Sad day for Boucher
Protea teammates rallied round Mark Boucher yesterday when it became known that the illustrious career of their talismanic wicketkeeper had been brought to a sudden, tragic end.
He had been in line for his 150th test cap in the third test at Lord's in August, and was one away from 1000 dismissals over an international career spanning 15 years.
Having kept wicket to some of the game's greatest pace bowlers with unflinching bravery in all of the game's arenas, the end came with an innocuous delivery on a grey day at Taunton on Monday.
Proteas spinner Imran Tahir bowled out Somerset's No9 Gemaal Hussain and a bail was dislodged violently, spinning up and rupturing Boucher's left eyeball. The 35-year-old keeper had two and a half hours of surgery on Monday night in a battle to save his sight.
Team manager Mohammed Moosajee said the damage was "serious and extensive" and the prognosis was uncertain.
Whatever happens, Boucher has drawn a line under his career and formally retired.
As Boucher lay in agony in his hotel, his teammates came forward with a statement read out by his friend and captain Graeme Smith in the lunch break at Taunton yesterday.
"You have been more than a performer, you have been a motivator, an inspirer, an energiser . and a good friend to many. You leave us today with sad hearts, but also with a deep gratitude for your contributions to our team, and to us as people. We wish you a good-as-possible recovery from your injury," Smith said.
The Proteas now face a massive battle to regroup and get their minds right for the first test against England next Thursday.
Smith and coach Gary Kirsten acknowledged that before the team could prepare for the test series, they needed to come to terms with the situation.
"Right now, we are worried about Mark and getting him through this difficult situation," said Smith. "He is at the hotel recovering and dealing with circumstances as best as he can."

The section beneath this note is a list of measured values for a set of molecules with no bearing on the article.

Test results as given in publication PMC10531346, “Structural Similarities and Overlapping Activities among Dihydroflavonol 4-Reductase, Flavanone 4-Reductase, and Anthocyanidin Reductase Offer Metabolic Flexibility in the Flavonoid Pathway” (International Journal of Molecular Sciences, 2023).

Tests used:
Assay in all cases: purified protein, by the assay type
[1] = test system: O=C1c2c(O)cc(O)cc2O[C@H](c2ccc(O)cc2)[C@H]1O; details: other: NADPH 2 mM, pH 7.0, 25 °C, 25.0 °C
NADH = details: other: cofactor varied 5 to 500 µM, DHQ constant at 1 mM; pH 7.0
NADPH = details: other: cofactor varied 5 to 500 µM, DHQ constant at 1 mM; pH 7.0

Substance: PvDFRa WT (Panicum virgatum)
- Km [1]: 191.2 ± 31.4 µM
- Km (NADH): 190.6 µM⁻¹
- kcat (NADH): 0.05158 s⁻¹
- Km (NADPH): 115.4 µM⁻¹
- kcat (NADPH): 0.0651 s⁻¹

Jacques Kallis added: "It's not about cricket anymore, it's about one of your mates, and hoping that he recovers well."
Smith said that Boucher had urged the team to get on with the game and sent his wishes. In a statement the bitterly disappointed keeper said: "I wish the team well as I head home on to a road of uncertain recovery."
"We are a very professional team," said Smith, "but we need to deal with the emotion initially and then build for the first test. That is what Mark would have wanted us to do."
Kirsten added: "We do need to move forward, but we also need to reflect on the emotion and deal with it. The guys need to process this emotion and then get on with what is a very important tour."
Boucher, though, will be irreplaceable, said Smith. "I can't imagine not seeing him there, squatting behind the stumps. It is so difficult to sum it up, but if you add all his stats to what kind of person he was, he will go down as one of the greatest in the game, certainly the greatest in South African cricket."
The selectors will name a replacement today, although Kirsten confirmed that AB de Villiers would keep wicket in the first test. The selectors, however, have held off naming a replacement, although it is expected that Thami Tsolekile will be the most likely candidate.
SCORES IN BRIEF
Somerset 312/8 decl. (P Trego 104, J Hildreth 100; L Tsotsobe 3/46) and 50/1.
SA 282/9 decl. (H Amla 64, JP Duminy 53; C Overton 3/59). Match drawn.